If you're interested in reading the whole story, shoot me an email with either your email address, if you prefer a soft copy, or your postal address if you want a hard copy.


Saturday, July 17, 2010

Where was I?

Oh, yes, I was strutting around, calling myself an author, even though I've only got one book published. I can hear the catcalls now:

"One measly little book, is that all? FREEZER BURN's a year old. What have you done for us lately?"

Thank you for asking. As a matter of fact, on July 7th, I finished the second book. I locked myself in the kitchen with the puppy for three solid days and wrote about 18,000 words. It was difficult. It was glorious. It was done.

At least, the first draft is complete. I'm now cooling my heels until August, when we leave on vacation and I take the draft with me to begin editing. I love editing - the hard building work is complete and now it's time to mop the floors, dust the endtables, get the cobwebs out of the corners.

Wait - maybe that's my house.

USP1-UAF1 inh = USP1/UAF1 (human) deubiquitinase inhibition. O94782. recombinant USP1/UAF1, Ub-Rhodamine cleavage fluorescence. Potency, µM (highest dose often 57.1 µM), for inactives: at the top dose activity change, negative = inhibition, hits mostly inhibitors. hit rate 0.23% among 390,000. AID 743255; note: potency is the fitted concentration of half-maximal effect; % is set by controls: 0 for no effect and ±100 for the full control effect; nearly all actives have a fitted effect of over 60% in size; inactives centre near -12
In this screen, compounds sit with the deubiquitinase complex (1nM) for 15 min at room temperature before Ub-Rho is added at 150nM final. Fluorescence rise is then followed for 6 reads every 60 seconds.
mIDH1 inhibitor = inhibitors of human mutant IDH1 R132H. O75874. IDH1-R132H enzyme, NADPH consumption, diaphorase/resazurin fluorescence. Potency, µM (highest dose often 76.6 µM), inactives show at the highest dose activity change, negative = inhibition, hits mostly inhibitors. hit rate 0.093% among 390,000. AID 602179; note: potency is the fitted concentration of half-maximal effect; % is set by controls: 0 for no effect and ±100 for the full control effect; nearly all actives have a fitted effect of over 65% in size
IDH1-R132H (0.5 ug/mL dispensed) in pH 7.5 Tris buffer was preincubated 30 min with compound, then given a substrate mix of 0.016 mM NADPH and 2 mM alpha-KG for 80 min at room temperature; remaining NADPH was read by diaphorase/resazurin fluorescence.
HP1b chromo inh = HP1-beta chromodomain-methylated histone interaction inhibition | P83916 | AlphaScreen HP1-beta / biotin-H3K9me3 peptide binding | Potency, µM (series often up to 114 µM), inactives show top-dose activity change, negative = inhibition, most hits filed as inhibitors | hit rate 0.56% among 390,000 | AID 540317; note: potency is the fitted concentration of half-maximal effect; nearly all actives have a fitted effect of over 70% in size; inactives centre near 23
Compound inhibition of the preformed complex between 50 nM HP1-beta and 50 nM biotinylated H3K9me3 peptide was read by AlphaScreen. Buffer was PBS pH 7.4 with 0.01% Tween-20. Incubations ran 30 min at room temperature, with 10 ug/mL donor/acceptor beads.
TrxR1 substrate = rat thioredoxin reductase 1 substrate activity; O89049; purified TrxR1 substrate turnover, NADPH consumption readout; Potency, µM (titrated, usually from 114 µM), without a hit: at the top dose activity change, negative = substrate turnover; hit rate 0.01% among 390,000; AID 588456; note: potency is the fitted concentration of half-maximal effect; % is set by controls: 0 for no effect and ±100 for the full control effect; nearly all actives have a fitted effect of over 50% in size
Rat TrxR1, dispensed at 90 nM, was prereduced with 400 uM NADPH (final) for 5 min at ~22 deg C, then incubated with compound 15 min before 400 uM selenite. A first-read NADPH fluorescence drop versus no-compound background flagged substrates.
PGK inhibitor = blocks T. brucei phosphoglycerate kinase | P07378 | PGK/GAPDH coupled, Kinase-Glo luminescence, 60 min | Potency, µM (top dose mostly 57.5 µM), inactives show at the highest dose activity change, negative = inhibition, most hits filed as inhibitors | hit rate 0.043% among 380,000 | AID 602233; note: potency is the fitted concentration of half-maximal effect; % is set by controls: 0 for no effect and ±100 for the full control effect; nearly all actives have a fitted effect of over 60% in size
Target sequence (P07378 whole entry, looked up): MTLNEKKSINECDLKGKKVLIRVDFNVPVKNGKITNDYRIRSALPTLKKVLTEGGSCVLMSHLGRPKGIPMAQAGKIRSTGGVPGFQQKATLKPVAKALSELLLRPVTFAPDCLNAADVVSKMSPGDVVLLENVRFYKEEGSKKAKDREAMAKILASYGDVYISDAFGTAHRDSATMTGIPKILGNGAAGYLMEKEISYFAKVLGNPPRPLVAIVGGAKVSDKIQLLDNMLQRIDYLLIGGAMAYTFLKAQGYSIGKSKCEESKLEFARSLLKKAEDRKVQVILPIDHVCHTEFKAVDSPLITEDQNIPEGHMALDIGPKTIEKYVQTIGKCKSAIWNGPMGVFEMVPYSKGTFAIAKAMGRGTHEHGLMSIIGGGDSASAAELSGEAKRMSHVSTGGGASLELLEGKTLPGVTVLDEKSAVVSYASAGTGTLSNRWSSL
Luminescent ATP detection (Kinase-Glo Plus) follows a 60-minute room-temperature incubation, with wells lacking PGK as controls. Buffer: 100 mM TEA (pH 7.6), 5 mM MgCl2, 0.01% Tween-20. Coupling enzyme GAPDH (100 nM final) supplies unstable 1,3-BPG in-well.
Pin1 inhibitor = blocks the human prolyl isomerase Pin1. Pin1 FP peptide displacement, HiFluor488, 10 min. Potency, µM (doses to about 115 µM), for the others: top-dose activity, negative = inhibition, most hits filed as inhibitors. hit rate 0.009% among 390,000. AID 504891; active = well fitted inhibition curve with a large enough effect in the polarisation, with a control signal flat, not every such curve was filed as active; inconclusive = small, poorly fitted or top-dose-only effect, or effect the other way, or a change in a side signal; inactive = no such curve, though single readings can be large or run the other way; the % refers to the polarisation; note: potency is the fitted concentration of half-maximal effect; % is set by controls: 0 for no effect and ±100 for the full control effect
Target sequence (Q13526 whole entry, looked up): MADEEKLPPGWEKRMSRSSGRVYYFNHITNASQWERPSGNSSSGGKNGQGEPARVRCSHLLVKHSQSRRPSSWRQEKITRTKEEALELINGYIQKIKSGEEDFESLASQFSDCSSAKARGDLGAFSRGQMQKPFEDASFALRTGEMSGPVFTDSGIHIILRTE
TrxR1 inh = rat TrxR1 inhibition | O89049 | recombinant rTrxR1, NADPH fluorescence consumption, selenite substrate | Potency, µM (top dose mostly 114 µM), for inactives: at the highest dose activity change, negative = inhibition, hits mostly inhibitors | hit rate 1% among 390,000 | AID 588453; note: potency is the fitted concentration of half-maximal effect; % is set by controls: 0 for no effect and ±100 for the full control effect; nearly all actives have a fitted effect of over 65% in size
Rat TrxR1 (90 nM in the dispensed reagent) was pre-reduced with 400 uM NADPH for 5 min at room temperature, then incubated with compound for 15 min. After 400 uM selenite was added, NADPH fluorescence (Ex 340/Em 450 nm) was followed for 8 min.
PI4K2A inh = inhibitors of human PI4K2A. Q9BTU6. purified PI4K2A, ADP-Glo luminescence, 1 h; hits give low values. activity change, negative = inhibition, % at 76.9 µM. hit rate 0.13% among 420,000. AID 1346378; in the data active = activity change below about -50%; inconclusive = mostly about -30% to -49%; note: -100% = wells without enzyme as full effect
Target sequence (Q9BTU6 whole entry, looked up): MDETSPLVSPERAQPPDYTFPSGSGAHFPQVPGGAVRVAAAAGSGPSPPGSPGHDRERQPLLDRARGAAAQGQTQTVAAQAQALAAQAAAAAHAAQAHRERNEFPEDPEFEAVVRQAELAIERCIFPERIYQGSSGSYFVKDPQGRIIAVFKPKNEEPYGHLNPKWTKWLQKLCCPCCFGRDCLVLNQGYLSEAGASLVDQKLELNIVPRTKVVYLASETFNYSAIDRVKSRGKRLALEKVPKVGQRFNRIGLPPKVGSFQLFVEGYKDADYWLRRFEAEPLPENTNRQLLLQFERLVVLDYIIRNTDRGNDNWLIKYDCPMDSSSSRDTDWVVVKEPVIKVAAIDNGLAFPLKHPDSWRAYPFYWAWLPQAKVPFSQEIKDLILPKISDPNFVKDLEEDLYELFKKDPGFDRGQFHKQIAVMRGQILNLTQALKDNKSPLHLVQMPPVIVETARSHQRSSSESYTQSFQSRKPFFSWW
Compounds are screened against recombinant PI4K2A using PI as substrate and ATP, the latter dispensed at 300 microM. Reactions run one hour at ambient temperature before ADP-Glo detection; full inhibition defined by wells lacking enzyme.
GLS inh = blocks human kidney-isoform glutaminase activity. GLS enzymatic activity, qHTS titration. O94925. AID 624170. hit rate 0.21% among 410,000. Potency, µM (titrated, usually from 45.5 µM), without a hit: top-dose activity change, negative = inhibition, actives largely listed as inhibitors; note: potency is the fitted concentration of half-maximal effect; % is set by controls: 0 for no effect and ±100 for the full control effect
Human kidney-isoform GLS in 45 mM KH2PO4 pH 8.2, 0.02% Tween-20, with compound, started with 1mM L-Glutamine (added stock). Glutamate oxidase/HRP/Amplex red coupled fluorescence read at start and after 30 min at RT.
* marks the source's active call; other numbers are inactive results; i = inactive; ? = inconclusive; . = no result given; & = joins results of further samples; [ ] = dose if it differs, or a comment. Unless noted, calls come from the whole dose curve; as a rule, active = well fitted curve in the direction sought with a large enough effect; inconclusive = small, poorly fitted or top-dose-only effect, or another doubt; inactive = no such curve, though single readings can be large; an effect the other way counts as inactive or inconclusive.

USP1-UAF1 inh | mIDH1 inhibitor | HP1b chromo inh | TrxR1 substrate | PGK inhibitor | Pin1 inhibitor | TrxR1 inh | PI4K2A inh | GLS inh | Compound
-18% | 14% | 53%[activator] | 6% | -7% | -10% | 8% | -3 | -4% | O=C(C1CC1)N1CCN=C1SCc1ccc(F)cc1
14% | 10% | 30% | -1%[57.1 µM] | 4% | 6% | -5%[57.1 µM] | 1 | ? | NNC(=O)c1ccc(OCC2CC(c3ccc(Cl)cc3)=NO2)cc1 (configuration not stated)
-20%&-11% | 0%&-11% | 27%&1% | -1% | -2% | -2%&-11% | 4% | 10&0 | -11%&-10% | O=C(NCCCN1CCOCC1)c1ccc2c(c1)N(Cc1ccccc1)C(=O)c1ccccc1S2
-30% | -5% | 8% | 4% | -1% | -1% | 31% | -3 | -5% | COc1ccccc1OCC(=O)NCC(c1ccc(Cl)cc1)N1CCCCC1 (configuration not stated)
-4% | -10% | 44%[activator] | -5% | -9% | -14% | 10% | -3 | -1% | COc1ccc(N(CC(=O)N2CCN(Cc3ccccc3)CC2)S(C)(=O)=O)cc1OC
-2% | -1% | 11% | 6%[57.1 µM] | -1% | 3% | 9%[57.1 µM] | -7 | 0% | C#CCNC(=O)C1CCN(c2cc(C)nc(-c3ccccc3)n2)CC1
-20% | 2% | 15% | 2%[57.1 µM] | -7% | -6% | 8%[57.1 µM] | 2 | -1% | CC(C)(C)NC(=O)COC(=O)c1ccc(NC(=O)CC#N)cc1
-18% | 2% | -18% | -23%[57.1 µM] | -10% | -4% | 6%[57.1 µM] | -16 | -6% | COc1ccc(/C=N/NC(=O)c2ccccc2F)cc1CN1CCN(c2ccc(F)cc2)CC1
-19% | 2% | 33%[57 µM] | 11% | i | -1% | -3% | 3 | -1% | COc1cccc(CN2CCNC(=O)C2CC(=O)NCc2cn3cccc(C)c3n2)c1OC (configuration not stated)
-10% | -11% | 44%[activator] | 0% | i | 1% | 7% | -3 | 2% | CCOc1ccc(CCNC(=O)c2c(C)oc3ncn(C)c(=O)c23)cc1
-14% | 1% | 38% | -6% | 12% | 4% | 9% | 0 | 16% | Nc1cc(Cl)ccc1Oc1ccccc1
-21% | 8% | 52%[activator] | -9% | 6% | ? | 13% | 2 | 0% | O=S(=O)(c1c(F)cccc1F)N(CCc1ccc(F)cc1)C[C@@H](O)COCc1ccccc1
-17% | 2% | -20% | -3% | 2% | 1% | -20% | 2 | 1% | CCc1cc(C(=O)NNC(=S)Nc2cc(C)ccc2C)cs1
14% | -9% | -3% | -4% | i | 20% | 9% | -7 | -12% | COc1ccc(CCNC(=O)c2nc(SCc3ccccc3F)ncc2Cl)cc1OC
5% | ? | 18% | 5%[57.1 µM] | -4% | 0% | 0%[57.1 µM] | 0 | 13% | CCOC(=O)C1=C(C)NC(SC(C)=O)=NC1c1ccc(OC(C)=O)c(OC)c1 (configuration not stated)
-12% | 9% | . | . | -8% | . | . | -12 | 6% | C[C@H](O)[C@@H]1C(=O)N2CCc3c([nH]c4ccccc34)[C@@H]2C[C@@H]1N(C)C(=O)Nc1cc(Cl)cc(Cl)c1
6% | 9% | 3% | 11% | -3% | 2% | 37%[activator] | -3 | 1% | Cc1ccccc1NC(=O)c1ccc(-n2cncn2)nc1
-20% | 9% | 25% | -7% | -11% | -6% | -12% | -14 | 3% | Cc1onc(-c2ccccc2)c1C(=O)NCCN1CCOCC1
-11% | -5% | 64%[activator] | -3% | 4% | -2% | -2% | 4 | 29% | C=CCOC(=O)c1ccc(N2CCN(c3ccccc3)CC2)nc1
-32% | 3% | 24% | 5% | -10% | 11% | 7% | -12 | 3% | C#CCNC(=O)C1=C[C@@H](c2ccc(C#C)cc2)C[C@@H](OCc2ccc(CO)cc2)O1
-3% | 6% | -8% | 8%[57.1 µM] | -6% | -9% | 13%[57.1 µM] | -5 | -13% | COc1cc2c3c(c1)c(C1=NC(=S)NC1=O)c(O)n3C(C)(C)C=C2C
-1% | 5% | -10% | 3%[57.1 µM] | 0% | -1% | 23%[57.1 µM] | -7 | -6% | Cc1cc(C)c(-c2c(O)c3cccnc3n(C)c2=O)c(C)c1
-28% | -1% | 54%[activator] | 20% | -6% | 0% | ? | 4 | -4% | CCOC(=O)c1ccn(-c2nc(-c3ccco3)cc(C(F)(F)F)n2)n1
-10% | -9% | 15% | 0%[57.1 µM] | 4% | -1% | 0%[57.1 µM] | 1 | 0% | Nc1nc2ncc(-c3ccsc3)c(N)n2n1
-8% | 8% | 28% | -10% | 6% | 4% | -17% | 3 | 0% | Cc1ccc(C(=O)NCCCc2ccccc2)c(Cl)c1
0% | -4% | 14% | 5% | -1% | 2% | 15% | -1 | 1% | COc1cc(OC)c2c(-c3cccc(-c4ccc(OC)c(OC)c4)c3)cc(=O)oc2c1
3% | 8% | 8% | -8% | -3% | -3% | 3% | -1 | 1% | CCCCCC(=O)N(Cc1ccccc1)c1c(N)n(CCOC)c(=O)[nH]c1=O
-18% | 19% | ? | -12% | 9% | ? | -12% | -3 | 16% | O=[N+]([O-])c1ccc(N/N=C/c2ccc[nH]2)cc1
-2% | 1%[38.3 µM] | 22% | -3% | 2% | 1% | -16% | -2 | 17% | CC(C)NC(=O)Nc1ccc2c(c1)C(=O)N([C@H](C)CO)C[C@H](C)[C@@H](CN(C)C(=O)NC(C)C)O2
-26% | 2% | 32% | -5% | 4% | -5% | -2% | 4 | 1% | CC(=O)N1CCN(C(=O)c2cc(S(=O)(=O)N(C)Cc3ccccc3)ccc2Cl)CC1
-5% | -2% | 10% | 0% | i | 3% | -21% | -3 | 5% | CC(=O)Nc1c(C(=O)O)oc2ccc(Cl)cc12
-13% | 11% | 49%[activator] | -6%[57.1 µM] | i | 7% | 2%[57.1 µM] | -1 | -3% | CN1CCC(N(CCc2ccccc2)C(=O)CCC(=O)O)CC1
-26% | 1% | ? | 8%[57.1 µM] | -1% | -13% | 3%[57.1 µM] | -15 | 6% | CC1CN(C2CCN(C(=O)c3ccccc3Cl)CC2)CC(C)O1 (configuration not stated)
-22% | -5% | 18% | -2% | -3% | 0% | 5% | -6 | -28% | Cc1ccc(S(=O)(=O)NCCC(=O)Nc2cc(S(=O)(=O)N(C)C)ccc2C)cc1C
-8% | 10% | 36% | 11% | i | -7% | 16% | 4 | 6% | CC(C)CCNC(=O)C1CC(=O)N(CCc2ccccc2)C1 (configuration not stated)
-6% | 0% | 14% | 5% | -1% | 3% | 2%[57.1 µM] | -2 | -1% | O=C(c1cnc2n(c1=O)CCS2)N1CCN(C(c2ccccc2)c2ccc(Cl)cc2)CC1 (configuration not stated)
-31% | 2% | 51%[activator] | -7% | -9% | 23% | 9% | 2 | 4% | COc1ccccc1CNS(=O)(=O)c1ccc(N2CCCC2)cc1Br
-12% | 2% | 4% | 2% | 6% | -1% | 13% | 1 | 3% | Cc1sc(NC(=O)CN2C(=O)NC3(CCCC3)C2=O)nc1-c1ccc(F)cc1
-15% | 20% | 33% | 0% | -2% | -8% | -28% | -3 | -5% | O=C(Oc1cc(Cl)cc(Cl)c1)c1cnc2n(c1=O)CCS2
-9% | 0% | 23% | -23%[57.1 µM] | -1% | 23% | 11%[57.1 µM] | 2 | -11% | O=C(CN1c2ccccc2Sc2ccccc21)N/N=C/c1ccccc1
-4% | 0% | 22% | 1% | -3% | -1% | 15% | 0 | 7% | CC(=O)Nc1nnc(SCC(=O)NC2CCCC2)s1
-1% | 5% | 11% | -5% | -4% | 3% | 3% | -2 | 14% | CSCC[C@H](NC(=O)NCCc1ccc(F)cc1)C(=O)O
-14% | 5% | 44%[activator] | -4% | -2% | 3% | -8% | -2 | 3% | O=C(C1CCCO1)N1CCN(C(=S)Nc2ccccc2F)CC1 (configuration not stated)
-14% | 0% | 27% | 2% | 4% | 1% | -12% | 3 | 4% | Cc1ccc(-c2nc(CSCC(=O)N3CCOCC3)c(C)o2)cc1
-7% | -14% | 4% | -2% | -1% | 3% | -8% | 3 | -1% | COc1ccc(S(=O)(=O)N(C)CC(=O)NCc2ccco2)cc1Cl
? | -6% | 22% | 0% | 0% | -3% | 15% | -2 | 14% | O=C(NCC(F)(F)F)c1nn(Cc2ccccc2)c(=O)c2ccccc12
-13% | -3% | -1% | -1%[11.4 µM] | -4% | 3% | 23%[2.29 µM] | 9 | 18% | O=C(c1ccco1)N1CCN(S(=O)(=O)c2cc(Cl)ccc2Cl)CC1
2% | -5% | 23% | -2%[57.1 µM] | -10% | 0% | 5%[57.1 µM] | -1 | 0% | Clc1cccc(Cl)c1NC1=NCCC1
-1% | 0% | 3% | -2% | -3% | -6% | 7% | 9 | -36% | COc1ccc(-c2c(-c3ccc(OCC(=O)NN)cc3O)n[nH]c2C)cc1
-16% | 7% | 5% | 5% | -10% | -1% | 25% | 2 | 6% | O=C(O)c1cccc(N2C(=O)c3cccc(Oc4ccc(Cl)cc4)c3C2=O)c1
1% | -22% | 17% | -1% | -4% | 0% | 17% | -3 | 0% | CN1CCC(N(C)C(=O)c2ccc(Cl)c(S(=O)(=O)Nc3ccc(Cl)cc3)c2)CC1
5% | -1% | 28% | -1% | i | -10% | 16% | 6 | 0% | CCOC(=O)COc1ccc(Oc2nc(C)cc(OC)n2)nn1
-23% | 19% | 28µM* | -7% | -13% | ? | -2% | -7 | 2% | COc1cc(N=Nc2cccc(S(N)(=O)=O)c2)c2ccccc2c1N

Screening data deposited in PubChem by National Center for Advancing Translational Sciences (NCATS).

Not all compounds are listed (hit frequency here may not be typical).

But I'm not just resting on my laurels. Actually, my laurels haven't rested since my son was born, but let's not go there. I'm doing Other Stuff.

Stuff like putting together a book of my columns. It's composed as a memoir about my first few years as a columnist. I'm calling it, "What Would Erma Do? Confessions of a First-Time Humor Columnist." Since I have the whole community platform thing going, I thought I'd try self-publishing this one. Also, most publishers I've approached with this idea have said, basically, "We know humor essays sell. We just don't know how to sell them." Meh. I'll do it myself.

I'm also re-editing and polishing a short story I did for an anthology. It's about Peri in her housecleaning, pre-investigator days, solving a crime for a client. I'm not certain where it's going to end up, but it will be available for sale or rent, or possibly even a free teaser, like Joe Konrath, who is soon going to have more money than God because he gives stuff away. Yea, I dunno how it works, either.

Lastly, I made a new video trailer for FREEZER BURN. It's probably sheer madness on my part, but I spoofed the Old Spice ad.

Tell me what you think... and please be kind.

Monday, July 5, 2010

Even books need birthdays